|By Divine Ms. Moon|
I was sitting on a bench in the shade in the botanical garden today when a busload of tourists arrived. "Oh, lordy," I said, much to the amusement of the man who was walking through the shade garden at the time. "If you move quickly," he said encouragingly, a sly look in his eyes, "maybe you can beat them."
And maybe not. They caught up to me right outside the kitchen garden. To be fair, they cheated and went both ways around the old house. I tried to concentrate on the hosta flowers ahead of me and braced myself for the onslaught of ooh-ing and ah-ing.
"Ooh," said one of two women who approached where I was standing, "those are tall." "They certainly are," I replied genially, although inside I was flinching, "I have never seen hosta flowers tall enough to look in the eye." "Oh," responded the second woman, "those are just Krossa Regal. I have a ton of them in my garden, but I hate those flowers, so I cut them all off." "The other woman said, "Krossa Regal, yes, that's right."
As turned to watch them continue their way down the path, I began to wonder just who these tourists might be. After a while, I met another group, ooh-ing and ahh-ing over a mass of short blue flowers along the path in the wedding garden. "Periwinkle," one said. "Nope," said another, confidently. "Geranium -- probably Himalyan." Oh, really, I said, quietly to myself, and a bit skeptically. But on the other side of the garden, I found the marker near another mass of the same flower. "Geranium himalayense," it read. I realized then, I was in the presence of some not-so-ordinary, elderly garden tourists.
I paused for a while on the bench overlooking the knot garden to review the photos I had already taken. When I looked up, I noticed an obvious shot in front of me that I had, nevertheless, never seen before. The focus was tricky, so I had to fiddle with it for a while, and when I had finally gotten what I thought I wanted, I picked up again and walked toward the pergola overlooking the lily pond, where two of the tourists were now sitting, eating their lunch. They invited me to sit and continued to eat.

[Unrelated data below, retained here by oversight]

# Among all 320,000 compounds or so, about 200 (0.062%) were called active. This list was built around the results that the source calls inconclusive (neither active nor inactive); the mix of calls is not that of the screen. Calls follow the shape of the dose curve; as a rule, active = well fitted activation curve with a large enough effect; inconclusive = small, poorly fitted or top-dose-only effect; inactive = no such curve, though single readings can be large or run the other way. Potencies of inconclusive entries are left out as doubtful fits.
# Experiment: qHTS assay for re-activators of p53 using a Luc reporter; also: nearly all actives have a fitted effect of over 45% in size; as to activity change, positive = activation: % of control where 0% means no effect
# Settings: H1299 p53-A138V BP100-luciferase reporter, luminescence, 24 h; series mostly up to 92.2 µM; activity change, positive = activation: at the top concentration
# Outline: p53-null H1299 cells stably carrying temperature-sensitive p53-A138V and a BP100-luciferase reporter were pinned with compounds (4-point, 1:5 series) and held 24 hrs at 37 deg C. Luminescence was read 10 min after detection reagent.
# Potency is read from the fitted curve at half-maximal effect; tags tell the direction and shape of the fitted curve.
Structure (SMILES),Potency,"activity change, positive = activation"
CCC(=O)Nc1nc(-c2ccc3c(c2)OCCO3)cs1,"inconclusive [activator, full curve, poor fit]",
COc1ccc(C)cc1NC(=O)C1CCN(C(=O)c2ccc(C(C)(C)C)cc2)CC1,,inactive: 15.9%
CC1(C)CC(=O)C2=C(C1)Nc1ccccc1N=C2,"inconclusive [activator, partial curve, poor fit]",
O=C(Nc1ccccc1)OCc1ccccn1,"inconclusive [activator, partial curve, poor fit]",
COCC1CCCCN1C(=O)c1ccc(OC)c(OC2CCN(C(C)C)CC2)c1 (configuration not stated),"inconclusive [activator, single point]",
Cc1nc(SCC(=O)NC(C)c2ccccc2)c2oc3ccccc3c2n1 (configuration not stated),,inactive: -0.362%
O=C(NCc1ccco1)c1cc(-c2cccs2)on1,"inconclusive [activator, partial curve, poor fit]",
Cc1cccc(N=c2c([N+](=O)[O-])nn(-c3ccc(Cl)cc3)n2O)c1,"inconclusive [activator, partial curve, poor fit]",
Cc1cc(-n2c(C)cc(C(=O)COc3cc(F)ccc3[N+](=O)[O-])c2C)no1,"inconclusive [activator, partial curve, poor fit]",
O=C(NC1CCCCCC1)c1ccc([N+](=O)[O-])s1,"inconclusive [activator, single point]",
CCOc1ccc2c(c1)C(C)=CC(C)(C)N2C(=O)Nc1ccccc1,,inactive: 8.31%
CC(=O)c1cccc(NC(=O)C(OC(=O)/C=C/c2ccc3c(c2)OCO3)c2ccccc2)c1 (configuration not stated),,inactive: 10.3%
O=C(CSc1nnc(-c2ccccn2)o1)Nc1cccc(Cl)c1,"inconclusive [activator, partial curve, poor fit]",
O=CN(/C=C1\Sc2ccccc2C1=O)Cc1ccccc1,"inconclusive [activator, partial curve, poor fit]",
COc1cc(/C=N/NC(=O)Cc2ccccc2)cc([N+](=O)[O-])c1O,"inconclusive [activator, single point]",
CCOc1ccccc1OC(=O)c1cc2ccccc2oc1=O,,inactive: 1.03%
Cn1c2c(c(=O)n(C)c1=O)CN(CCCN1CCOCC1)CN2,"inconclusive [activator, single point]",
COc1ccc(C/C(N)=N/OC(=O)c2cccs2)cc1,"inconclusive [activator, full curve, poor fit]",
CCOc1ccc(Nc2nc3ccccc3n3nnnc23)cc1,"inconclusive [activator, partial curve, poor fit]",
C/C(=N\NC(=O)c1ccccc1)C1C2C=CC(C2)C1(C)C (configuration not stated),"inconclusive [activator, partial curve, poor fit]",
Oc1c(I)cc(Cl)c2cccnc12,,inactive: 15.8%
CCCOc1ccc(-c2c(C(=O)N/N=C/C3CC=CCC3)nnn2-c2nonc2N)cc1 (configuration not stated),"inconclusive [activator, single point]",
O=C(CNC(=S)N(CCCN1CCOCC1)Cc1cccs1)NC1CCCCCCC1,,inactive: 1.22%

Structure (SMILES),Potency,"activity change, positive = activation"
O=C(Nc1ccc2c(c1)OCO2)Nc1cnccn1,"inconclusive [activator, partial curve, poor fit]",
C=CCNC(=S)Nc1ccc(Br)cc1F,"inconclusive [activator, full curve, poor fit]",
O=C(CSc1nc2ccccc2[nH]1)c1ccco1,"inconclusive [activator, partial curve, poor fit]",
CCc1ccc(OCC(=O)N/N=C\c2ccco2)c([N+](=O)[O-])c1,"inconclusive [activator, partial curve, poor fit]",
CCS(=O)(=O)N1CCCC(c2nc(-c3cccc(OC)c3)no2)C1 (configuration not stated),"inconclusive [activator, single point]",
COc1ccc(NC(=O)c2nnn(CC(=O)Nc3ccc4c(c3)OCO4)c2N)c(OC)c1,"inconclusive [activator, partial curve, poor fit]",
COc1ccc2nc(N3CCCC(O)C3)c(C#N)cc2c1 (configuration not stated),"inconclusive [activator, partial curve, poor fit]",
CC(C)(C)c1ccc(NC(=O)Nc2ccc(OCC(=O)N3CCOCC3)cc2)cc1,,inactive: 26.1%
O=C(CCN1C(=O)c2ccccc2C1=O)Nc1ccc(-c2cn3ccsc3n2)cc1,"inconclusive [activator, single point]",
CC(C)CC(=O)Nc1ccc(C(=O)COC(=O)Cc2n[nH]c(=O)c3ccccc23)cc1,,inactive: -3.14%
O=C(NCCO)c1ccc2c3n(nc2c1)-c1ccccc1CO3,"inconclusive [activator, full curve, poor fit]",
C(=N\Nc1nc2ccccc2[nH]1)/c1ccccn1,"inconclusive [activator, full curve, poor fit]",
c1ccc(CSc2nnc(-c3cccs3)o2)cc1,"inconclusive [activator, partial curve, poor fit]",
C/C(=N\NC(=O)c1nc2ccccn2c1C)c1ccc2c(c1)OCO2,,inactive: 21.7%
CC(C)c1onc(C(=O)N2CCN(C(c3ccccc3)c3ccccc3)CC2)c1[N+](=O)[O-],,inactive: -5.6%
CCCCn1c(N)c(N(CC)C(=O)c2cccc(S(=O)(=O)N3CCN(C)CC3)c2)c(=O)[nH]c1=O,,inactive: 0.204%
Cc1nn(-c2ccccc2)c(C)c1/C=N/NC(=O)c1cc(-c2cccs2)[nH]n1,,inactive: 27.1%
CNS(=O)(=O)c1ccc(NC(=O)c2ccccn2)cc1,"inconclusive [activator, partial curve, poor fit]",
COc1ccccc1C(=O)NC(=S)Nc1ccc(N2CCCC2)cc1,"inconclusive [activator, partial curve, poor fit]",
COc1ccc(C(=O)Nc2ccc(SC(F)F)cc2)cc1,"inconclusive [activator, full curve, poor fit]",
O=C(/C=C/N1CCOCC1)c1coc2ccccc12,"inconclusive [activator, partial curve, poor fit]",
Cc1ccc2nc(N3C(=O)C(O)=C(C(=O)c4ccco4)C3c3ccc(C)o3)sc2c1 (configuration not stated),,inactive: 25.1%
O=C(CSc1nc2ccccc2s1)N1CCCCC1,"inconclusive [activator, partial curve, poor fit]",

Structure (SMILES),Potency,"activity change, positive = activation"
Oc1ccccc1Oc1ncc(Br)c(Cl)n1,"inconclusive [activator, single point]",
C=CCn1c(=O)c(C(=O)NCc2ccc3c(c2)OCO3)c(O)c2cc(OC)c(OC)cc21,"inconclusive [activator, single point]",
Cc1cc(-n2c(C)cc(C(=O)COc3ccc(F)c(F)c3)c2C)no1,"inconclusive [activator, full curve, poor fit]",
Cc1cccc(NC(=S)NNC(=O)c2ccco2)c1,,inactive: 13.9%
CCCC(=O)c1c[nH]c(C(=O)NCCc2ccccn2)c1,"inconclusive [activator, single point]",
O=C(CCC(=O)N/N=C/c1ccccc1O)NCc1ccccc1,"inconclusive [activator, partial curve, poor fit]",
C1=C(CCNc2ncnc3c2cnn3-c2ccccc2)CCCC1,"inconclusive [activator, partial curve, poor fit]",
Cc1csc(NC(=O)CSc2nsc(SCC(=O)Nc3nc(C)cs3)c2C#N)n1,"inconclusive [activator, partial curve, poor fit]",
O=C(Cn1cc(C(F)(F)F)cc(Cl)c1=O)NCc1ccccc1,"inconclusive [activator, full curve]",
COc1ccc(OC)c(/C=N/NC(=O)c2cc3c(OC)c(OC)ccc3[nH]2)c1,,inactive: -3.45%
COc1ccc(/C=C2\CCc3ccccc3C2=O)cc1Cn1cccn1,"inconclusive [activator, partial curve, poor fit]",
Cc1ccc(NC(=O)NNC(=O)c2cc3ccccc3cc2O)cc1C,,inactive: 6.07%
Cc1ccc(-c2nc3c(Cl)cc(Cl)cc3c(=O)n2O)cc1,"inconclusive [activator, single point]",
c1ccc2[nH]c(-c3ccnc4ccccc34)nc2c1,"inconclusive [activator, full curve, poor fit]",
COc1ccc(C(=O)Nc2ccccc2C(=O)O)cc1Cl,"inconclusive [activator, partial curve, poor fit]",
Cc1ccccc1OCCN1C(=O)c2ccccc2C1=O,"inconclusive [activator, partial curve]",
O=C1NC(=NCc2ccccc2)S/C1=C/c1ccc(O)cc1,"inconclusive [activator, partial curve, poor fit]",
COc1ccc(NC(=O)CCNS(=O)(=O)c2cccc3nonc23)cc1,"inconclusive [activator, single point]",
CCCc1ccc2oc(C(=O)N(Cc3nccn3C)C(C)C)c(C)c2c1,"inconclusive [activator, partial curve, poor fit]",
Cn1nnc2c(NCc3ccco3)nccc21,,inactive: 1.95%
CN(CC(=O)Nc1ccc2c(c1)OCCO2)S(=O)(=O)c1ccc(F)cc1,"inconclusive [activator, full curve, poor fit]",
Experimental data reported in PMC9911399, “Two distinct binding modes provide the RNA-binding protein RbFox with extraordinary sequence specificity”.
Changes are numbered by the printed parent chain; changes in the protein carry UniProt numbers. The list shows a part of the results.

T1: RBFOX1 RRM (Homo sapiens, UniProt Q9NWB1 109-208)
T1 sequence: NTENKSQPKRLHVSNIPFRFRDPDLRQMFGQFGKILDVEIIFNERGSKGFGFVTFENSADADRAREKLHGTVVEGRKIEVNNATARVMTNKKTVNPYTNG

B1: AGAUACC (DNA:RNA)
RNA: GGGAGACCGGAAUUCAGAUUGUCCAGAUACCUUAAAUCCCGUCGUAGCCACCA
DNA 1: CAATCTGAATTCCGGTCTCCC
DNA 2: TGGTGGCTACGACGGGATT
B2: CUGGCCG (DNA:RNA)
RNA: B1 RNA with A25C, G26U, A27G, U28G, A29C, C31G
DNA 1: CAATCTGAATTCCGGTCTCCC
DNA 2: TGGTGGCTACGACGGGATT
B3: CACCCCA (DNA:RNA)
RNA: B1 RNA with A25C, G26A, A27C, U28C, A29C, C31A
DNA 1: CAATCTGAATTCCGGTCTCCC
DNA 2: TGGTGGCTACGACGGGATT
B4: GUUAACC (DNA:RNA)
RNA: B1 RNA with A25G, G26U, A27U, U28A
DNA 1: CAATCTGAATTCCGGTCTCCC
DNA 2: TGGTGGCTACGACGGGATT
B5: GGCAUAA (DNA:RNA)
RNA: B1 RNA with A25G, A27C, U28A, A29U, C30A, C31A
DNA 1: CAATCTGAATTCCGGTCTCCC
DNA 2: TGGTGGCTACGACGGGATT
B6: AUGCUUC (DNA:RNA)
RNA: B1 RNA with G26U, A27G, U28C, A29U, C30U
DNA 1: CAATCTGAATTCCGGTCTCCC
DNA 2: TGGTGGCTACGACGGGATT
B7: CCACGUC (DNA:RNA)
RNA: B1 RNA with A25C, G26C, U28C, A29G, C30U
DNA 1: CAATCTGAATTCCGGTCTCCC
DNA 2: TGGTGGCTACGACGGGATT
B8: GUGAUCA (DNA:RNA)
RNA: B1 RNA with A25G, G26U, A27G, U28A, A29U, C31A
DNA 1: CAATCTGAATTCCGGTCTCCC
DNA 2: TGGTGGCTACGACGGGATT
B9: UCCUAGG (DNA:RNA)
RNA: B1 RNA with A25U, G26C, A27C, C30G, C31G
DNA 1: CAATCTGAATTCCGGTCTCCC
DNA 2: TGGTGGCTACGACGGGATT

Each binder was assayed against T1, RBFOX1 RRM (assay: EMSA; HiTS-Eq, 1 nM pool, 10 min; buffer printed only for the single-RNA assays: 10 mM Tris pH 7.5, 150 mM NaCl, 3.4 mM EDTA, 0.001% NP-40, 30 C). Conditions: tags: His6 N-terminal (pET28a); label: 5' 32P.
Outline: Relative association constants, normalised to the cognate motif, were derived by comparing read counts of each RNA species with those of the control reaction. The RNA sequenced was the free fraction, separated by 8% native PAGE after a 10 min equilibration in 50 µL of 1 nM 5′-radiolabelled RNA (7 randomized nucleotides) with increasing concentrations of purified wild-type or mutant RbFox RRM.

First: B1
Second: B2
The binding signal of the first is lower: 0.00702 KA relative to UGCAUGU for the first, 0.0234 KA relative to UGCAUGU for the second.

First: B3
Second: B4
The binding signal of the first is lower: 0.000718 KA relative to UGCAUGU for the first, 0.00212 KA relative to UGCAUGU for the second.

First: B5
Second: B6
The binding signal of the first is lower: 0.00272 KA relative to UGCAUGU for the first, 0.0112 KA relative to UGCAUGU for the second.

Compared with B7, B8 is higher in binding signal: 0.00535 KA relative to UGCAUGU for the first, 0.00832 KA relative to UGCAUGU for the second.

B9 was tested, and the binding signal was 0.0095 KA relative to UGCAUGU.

I asked where they were from. They named a city about 80 miles from here. "Ah. Garden club?" I asked cautiously. "Well, yes," said one of the women quietly, "Master gardener club." And then I knew exactly why they weren't behaving like the ordinary, casual garden visitor. I was impressed and appropriately humbled.
"Getting any interesting shots?" asked the other woman after we had talked for a while about the house and the garden and what gardens there were to see in their city. "Actually, yes," I said, pointing vaguely back toward the place from which I had just come. "I found that if you sit on that bench and look down toward the knot garden through the fence, you can get a pretty interesting shot." "May we see?" one of the ladies asked. "Of course," I replied, and turned on my viewfinder, dialing to the photo above. They both looked at if for a moment, and then both glanced around the garden, seemingly puzzled. After another moment, one of the women said, "That's beautiful, but where did you find the stained glass?"
Exactly, I said to myself. And I was so relieved to learn that I knew at least one thing that those master gardeners didn't. I hope to be one of those myself, someday, and then I will know for sure what now I just think I know.